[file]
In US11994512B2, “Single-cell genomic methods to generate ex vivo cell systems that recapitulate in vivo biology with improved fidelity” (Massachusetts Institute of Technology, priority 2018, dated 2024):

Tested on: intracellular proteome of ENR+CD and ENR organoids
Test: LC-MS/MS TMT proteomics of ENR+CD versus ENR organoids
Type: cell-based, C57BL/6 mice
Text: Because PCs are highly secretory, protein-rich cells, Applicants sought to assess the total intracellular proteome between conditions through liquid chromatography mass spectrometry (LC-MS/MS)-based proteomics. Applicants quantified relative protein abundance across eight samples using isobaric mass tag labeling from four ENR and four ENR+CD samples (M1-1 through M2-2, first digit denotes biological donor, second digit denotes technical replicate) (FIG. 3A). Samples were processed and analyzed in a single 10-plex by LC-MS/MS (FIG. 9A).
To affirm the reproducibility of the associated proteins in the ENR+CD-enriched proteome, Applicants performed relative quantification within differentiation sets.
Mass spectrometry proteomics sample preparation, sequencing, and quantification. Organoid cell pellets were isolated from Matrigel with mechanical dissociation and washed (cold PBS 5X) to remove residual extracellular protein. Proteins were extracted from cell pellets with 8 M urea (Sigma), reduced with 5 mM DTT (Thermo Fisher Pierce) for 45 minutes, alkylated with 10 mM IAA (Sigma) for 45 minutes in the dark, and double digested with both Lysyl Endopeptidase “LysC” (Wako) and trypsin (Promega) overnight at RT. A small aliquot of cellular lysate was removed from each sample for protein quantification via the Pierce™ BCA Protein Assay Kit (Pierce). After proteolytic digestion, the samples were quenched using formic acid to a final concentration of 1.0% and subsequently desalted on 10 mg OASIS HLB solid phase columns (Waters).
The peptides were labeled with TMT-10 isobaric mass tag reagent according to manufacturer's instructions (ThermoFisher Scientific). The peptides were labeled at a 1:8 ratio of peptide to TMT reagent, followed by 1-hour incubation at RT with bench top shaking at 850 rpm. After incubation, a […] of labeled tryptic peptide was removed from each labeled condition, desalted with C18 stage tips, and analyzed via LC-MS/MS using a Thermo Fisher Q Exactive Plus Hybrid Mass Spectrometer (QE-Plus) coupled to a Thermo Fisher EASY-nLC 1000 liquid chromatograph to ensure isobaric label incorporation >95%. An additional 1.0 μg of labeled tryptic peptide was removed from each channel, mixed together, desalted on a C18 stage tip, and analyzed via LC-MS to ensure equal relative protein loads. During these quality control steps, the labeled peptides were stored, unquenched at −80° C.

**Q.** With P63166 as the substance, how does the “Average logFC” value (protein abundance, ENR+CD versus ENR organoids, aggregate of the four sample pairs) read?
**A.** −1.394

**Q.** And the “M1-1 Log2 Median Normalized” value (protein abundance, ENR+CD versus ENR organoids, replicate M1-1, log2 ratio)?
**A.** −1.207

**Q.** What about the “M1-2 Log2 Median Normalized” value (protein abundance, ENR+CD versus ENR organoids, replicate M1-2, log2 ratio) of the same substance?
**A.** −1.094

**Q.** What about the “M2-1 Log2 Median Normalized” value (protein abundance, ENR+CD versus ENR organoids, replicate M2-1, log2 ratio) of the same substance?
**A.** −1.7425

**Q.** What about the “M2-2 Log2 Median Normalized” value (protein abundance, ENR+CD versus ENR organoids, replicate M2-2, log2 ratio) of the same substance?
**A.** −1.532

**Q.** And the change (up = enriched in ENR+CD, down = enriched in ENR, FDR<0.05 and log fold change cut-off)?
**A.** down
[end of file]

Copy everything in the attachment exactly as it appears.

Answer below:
In US11994512B2, “Single-cell genomic methods to generate ex vivo cell systems that recapitulate in vivo biology with improved fidelity” (Massachusetts Institute of Technology, priority 2018, dated 2024):

Tested on: intracellular proteome of ENR+CD and ENR organoids
Test: LC-MS/MS TMT proteomics of ENR+CD versus ENR organoids
Type: cell-based, C57BL/6 mice
Text: Because PCs are highly secretory, protein-rich cells, Applicants sought to assess the total intracellular proteome between conditions through liquid chromatography mass spectrometry (LC-MS/MS)-based proteomics. Applicants quantified relative protein abundance across eight samples using isobaric mass tag labeling from four ENR and four ENR+CD samples (M1-1 through M2-2, first digit denotes biological donor, second digit denotes technical replicate) (FIG. 3A). Samples were processed and analyzed in a single 10-plex by LC-MS/MS (FIG. 9A).
To affirm the reproducibility of the associated proteins in the ENR+CD-enriched proteome, Applicants performed relative quantification within differentiation sets.
Mass spectrometry proteomics sample preparation, sequencing, and quantification. Organoid cell pellets were isolated from Matrigel with mechanical dissociation and washed (cold PBS 5X) to remove residual extracellular protein. Proteins were extracted from cell pellets with 8 M urea (Sigma), reduced with 5 mM DTT (Thermo Fisher Pierce) for 45 minutes, alkylated with 10 mM IAA (Sigma) for 45 minutes in the dark, and double digested with both Lysyl Endopeptidase “LysC” (Wako) and trypsin (Promega) overnight at RT. A small aliquot of cellular lysate was removed from each sample for protein quantification via the Pierce™ BCA Protein Assay Kit (Pierce). After proteolytic digestion, the samples were quenched using formic acid to a final concentration of 1.0% and subsequently desalted on 10 mg OASIS HLB solid phase columns (Waters).
The peptides were labeled with TMT-10 isobaric mass tag reagent according to manufacturer's instructions (ThermoFisher Scientific). The peptides were labeled at a 1:8 ratio of peptide to TMT reagent, followed by 1-hour incubation at RT with bench top shaking at 850 rpm. After incubation, a […] of labeled tryptic peptide was removed from each labeled condition, desalted with C18 stage tips, and analyzed via LC-MS/MS using a Thermo Fisher Q Exactive Plus Hybrid Mass Spectrometer (QE-Plus) coupled to a Thermo Fisher EASY-nLC 1000 liquid chromatograph to ensure isobaric label incorporation >95%. An additional 1.0 μg of labeled tryptic peptide was removed from each channel, mixed together, desalted on a C18 stage tip, and analyzed via LC-MS to ensure equal relative protein loads. During these quality control steps, the labeled peptides were stored, unquenched at −80° C.

**Q.** With P63166 as the substance, how does the “Average logFC” value (protein abundance, ENR+CD versus ENR organoids, aggregate of the four sample pairs) read?
**A.** −1.394

**Q.** And the “M1-1 Log2 Median Normalized” value (protein abundance, ENR+CD versus ENR organoids, replicate M1-1, log2 ratio)?
**A.** −1.207

**Q.** What about the “M1-2 Log2 Median Normalized” value (protein abundance, ENR+CD versus ENR organoids, replicate M1-2, log2 ratio) of the same substance?
**A.** −1.094

**Q.** What about the “M2-1 Log2 Median Normalized” value (protein abundance, ENR+CD versus ENR organoids, replicate M2-1, log2 ratio) of the same substance?
**A.** −1.7425

**Q.** What about the “M2-2 Log2 Median Normalized” value (protein abundance, ENR+CD versus ENR organoids, replicate M2-2, log2 ratio) of the same substance?
**A.** −1.532

**Q.** And the change (up = enriched in ENR+CD, down = enriched in ENR, FDR<0.05 and log fold change cut-off)?
**A.** down